Add Your Heading Text Author, Four-Time Plane Crash Survivor Shares Advice on Overcoming Trauma, Living Fearlessly and Pursuing Your Passion in Life
Throughout the course of our lives, we all face hardships that are unique to us, many of which we don’t share with many people.
Sometimes, these moments damage us to the point where we have a hard time seeing the silver lining. Other times, they provide us with an epiphany, an “A-ha!” moment we wouldn’t have experienced otherwise.
And then there are moments, or situations that happen again, and again, and again until the lesson really sinks in.
These are the moments that oftentimes end up defining us and illuminate our path forward in life.
For Dave Moore, a speaker, author, Navy, Coast Guard and Air Force pilot, those lessons came in the form of a series of incidents that no one could have ever predicted: four plane crashes, each of which taught him several difficult lessons — and ultimately forged him into the person he is today.
Recently Moore, a dedicated aviator who has flown into hurricanes for the Coast Guard and lived to tell about it, decided to join AltHealthWorks.com for an interview on surviving trauma, seeing through the fog that it brings into our lives, and emerging stronger than ever, despite the scars we accumulate along the way.
AHW: Hi Dave, thank you for joining us.
What made you want to become a pilot at such a young age, and what was the most challenging part of getting started down that path?
DM: The easiest way to explain my desire for aviation at a young age was that aviation was in my blood.
My story is not a story about aviation or the military, but these passions are the catalyst that allowed me to uncover real life solutions to face seemingly insurmountable obstacles.
Anyone who can uncover or find a purpose at a young age will achieve and accomplish well outside their ‘education’ or ‘abilities’ just knowing what they want. So many people wander through life cloaked in mediocracy because they have not uncovered their passion.
The most challenging part of getting started, as the son of a postman, was finding the funds. I worked since I was 14 years old, saved my own money and paid for my passion. At the time, airline jobs were hard to come by.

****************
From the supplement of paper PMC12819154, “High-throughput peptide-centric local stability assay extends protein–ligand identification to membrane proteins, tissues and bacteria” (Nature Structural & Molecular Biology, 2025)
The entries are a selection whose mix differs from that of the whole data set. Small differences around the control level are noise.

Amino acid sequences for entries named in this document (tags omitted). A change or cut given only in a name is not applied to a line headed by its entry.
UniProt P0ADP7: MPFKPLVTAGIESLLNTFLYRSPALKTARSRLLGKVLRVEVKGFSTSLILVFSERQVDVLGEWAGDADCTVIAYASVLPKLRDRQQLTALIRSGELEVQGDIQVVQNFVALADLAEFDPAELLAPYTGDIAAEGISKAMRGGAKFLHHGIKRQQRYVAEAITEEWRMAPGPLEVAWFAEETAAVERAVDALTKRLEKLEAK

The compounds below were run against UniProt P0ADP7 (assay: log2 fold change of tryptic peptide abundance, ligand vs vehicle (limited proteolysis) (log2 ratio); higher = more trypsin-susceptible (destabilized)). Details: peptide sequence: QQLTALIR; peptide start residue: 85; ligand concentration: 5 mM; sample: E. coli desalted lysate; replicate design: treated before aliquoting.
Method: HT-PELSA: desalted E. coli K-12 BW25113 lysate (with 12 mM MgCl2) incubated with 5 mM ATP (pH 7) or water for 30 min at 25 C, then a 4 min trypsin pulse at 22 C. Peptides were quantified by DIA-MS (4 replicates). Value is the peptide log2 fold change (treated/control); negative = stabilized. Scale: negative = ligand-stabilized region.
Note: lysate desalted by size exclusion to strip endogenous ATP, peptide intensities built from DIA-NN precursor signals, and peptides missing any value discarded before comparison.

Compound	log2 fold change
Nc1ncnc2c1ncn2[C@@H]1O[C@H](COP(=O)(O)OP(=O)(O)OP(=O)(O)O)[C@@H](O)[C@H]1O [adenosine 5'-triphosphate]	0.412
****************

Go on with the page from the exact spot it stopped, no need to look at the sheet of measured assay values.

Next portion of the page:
My dad would tell me that there were U.S. Air pilots working the French fry machine at McDonald’s, basically that I was wasting my time and money pursuing this.
When you know what you want, you need to approach with laser-point focus and put blinders on to the naysayers, no matter who they are, and go for what you are trusting in your gut is the right path.
AHW: What can you tell me about your first plane crash. Was it something you ever expected to happen? Was it painful? Did your life flash before your eyes?
DM: There is so much to say about the lessons learned from my first plane crash, it’s hard to write it all in this one article.
I can tell you for certain, that I never in a million years thought something like this would happen to me.
“Most survivors of un-survivable accidents will tell you, in my own experience and from meeting others, that you never think this will happen to you. “The beauty of a major life event like this, when handled properly, is you come out on the other side as a completely new person with an absolute new perspective on life.”
The physical pain is obvious that I went through, but as the bones heal and the surgeon put my face back together to look better than before I crashed I have realized the fight had not even begun.
‘Facing My Own Mortality’
At age 23, I was faced with a mid-life crisis having to face my own mortality. Not something we usually consider at a young age, luckily I was young, strong and eager to fight to get right so I could accomplish my passion of aviation.
This drive is what brings me to you, as it gave me a no-fail option that I would uncover the secrets to healing post traumatic stress and turning it into what I call post-traumatic growth.